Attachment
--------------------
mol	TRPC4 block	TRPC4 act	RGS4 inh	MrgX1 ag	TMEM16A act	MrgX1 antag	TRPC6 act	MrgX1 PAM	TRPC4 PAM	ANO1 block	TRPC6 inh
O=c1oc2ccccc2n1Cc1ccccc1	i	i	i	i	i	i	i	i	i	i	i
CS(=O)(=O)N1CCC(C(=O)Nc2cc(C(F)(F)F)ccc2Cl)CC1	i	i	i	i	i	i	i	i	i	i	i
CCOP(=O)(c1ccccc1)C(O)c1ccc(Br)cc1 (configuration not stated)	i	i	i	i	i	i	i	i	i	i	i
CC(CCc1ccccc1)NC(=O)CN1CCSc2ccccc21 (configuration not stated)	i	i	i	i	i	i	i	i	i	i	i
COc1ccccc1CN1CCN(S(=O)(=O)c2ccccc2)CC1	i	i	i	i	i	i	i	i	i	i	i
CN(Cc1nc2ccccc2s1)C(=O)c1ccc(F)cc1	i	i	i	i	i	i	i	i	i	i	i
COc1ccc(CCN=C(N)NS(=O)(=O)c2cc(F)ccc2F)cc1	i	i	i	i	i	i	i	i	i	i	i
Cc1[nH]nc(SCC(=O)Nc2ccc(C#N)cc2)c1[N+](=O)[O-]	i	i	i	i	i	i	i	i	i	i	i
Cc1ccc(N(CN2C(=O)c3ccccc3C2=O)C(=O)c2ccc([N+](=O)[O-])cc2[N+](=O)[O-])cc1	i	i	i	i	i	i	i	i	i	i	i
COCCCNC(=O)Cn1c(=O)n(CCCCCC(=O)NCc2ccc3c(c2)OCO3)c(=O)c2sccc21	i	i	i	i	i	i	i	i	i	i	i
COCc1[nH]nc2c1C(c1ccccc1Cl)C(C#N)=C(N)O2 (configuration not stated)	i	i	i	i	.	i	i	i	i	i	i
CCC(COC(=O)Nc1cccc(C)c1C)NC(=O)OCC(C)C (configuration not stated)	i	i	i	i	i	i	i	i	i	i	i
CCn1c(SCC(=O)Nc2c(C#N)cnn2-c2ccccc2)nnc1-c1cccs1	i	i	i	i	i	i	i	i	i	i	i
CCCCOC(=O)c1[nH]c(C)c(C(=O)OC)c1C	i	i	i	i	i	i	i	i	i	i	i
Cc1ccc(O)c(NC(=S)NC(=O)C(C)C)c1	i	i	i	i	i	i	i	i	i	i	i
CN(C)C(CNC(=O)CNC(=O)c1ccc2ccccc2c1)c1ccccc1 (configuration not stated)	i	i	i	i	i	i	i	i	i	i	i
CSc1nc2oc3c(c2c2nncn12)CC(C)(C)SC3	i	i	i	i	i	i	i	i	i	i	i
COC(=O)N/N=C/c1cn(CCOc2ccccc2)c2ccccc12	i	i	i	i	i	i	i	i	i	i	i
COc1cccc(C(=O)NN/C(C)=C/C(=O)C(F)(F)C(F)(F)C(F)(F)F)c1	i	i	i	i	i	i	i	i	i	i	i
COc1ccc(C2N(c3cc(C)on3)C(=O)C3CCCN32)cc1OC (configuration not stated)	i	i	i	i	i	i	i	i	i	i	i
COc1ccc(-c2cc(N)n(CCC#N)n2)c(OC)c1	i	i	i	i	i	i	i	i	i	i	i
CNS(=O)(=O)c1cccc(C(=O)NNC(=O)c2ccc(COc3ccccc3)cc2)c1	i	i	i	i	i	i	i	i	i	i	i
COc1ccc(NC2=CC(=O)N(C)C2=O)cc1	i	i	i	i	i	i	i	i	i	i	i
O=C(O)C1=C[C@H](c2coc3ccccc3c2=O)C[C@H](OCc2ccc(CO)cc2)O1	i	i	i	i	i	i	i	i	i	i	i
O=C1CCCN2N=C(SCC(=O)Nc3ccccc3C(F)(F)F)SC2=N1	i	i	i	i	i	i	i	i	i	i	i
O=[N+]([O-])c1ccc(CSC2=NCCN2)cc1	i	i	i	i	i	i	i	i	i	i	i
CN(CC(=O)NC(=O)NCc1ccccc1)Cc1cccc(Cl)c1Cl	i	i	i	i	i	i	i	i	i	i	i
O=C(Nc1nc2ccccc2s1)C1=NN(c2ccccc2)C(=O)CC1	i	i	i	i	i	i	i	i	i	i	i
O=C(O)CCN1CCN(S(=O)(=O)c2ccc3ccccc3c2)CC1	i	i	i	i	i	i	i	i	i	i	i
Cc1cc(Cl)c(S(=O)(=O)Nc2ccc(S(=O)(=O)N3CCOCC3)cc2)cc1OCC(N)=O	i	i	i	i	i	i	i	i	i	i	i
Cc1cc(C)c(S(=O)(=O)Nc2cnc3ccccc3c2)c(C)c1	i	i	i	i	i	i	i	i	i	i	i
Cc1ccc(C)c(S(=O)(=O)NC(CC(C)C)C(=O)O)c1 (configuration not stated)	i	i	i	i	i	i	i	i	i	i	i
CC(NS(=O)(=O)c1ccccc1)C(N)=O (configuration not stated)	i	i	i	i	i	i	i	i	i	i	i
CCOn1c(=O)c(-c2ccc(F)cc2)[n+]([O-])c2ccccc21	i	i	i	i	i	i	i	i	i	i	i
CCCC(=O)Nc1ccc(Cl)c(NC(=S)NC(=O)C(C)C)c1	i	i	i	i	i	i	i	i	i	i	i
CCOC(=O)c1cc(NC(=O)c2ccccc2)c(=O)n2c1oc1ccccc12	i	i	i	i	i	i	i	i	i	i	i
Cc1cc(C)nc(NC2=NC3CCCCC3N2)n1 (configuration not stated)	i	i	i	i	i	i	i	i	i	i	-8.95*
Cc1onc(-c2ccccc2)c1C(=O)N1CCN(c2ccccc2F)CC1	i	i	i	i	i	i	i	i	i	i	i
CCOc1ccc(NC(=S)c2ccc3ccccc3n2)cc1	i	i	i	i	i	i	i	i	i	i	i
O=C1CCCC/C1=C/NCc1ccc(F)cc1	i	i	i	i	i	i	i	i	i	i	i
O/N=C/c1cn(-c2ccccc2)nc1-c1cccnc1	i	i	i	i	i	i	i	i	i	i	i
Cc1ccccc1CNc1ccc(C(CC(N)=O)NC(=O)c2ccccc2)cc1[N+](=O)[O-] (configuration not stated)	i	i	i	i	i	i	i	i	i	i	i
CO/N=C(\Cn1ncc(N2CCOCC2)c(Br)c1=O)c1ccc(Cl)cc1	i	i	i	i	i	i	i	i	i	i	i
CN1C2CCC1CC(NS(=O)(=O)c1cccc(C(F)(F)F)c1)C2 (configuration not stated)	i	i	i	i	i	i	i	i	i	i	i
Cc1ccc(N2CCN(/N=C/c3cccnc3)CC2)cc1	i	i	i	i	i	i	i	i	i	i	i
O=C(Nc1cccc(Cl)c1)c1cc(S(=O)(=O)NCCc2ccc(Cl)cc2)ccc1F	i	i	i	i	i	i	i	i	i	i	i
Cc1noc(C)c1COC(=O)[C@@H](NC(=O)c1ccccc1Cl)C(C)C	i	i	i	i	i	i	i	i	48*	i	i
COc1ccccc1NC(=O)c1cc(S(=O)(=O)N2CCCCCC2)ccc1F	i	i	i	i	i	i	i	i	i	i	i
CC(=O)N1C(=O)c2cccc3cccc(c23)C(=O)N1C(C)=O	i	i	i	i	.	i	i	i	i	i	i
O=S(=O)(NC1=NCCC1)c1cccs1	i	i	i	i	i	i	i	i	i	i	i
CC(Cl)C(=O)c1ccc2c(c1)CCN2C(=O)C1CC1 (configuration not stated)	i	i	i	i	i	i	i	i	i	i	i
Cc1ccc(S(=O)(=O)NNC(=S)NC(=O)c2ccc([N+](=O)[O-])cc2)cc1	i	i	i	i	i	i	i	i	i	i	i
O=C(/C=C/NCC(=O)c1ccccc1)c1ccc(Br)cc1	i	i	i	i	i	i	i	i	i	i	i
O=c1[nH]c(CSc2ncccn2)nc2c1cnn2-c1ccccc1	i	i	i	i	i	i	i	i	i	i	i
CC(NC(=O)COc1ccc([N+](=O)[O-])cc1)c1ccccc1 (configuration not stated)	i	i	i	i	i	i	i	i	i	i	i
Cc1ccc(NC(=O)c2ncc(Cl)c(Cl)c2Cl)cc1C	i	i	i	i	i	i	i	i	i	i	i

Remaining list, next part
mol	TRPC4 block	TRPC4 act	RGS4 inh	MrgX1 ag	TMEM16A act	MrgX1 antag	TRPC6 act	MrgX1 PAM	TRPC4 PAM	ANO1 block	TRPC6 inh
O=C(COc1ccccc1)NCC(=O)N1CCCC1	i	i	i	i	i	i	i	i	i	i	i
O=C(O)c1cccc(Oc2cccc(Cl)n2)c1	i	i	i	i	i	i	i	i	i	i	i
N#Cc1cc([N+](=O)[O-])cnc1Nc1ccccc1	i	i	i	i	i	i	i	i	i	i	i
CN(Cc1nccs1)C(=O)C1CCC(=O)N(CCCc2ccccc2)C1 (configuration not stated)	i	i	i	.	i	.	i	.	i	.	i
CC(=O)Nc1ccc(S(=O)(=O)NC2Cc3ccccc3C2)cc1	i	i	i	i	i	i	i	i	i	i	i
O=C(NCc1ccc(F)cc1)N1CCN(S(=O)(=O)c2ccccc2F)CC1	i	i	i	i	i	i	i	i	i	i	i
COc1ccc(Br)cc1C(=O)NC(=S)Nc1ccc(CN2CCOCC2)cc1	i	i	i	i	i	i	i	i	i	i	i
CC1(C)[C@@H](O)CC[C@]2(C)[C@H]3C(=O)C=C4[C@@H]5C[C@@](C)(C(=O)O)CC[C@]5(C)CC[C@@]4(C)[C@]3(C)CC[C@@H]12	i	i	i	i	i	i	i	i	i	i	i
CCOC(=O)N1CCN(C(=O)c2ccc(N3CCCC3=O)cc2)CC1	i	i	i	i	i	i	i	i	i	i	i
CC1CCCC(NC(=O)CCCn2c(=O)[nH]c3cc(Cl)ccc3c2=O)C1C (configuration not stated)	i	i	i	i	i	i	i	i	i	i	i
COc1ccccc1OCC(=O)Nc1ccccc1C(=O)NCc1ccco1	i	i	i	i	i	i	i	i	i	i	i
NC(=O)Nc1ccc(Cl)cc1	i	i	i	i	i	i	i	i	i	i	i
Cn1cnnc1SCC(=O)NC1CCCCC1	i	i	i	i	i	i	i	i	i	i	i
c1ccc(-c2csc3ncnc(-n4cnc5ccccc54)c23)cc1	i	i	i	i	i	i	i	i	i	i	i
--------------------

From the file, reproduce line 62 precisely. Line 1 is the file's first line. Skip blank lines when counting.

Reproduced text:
N#Cc1cc([N+](=O)[O-])cnc1Nc1ccccc1	i	i	i	i	i	i	i	i	i	i	i